So the feds in some way, shape or form are going to put taxpayer dough into this pipeline project. Alberta is willing to go the same route. In fact, Premier Notley talked about moolah before Trudeau ever did.
With coin headed to Kinder Morgan’s pipeline expansion and the feds saying they’ll use their authority to get shovels in the ground, the pipeline presumably stays alive and gets built.
Canadas Trudeau pledges money, new law pipeline happen
“Ideally, we wouldn’t be in this situation right now. Ideally, the rhetoric and actions by the B.C. government would not have led to the concerns of the company,” says Trudeau.
Trudeau adds his government was led to a point where they had to find another path. With Kinder Morgan talking about not going ahead, Trudeau had to “take the measures necessary.”
Notley confirms the Trudeau government and Alberta’s NDP government have started jawing over how to grease the pipeline, to nix the risk to the company.
After the meeting with Trudeau and B.C. Premier Horgan, Notley tells the national press how the B.C. NDP government creates uncertainty in the pipeline “by coming up with creative ways in which to inject a certain amount of legal debate.”
The West Block, Episode 32, Season 7
Yes, Notley is clearly tired of the B.C. government’s “esoteric jurisdictional debates for the purpose of harassing a project to death.”
TRANSLATION: Horgan’s court fights where those in the know say B.C. doesn’t have a snowball’s chance in hell of winning.
He says Trudeau did not threaten or intimidate. The PM made it “abundantly clear” he doesn’t wish to punish British Columbians.
On the issue of Ottawa holding back billions of bucks for construction and job training until the B.C. government plays nice, Trudeau’s sidekick Jim Carr says it wouldn’t be helpful.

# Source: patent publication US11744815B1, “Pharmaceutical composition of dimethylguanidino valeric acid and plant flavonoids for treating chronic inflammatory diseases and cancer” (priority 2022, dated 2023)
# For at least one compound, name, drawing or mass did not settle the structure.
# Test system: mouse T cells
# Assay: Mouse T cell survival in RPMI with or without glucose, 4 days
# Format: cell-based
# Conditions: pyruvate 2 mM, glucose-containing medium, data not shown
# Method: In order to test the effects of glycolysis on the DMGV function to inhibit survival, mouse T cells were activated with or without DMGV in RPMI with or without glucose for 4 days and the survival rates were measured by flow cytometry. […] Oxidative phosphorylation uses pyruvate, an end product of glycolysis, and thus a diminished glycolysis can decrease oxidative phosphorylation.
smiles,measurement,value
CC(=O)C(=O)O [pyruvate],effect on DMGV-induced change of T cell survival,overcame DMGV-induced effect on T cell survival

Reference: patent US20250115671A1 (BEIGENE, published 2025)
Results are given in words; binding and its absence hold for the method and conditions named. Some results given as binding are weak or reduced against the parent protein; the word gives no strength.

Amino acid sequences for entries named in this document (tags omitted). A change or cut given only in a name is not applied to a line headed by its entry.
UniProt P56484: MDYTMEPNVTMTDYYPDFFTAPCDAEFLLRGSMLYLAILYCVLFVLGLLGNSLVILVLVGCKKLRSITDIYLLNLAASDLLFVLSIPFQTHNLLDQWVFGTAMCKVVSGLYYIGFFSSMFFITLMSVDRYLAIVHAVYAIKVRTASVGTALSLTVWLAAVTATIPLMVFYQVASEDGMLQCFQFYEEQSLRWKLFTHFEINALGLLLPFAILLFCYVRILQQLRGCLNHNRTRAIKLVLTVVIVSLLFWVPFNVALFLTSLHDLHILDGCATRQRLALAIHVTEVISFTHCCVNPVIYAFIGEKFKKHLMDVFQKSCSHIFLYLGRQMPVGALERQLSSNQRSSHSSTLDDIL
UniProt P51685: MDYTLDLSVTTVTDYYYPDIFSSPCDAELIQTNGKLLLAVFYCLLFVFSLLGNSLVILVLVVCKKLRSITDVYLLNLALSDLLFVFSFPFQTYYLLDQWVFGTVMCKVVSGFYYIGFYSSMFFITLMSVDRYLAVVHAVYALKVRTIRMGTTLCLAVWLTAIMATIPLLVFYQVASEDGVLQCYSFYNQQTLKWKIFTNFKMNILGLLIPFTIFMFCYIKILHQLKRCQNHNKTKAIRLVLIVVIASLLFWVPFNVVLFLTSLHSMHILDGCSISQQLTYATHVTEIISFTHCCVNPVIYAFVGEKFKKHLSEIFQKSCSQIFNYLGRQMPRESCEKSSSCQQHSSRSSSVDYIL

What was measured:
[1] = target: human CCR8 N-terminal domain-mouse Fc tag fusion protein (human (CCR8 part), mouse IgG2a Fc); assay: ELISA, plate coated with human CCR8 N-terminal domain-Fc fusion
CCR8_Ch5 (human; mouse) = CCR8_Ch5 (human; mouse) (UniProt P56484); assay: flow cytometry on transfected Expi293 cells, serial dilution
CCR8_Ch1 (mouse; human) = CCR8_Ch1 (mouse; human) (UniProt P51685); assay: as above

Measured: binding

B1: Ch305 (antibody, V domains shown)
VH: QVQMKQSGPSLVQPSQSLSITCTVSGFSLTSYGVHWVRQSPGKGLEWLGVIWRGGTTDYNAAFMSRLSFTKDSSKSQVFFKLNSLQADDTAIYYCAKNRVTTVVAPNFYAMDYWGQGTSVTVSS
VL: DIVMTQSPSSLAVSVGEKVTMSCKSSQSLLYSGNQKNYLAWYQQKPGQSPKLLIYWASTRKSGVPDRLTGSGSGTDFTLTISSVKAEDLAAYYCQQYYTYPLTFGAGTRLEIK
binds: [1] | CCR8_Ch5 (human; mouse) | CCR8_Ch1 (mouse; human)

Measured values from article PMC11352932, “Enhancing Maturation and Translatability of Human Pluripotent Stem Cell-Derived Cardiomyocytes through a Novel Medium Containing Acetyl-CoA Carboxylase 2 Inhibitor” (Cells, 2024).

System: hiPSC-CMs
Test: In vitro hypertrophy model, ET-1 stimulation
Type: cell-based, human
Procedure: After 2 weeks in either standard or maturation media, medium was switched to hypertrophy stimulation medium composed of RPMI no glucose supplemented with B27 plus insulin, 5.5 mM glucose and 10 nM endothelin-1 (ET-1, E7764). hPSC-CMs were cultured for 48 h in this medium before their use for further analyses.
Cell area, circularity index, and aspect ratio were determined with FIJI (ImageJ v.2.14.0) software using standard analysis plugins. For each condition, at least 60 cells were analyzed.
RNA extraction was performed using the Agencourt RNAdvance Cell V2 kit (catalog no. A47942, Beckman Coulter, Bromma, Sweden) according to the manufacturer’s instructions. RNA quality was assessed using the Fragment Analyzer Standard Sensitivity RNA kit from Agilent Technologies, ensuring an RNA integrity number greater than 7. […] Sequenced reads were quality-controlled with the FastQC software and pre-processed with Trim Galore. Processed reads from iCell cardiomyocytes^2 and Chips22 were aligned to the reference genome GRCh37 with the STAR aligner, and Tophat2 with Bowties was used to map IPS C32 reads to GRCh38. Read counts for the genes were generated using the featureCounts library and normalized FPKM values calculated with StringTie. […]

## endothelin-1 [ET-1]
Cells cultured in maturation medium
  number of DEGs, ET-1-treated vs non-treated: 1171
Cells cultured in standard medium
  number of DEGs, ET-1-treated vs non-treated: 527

Horgan still talks a good game. Despite self-styled smart sorts writing the B.C. premier off many weeks ago, Horgan is still standing. He’s still in the courts. He continues to disagree with Trudeau and Notley over shipping diluted bitumen from Alberta to the coast through this pipeline expansion.
“My obligation is to the people of B.C. and I’m going to defend them until I’m no longer the premier.”
Back in Alberta, United Conservative leader Jason Kenney says there is “continued hostility” to the pipeline from the B.C. NDP government.
The legal games have not stopped. The Trudeau government is too soft, unwilling to wield a big stick against the B.C. government.
“As long as we have a federal government not prepared to lay down the law with the B.C. New Democrats and lay down the law with the protesters promising a war in the woods then we don’t get a pipeline,” says Kenney, adding public dollars for the pipeline is an “absolute last resort.”
Meanwhile, there’s an anti-pipeline press conference Monday, high noon Vancouver time.
And a protest leader Will George reminds us the finish line is a ways off.
Greens accuse Trudeau of doubling down on sunset industry whose expansion puts climate targets out of reach
“The prime minister is saying they are in negotiations with Kinder Morgan to ensure an end to uncertainty. What he is ignoring is we are the uncertainty.”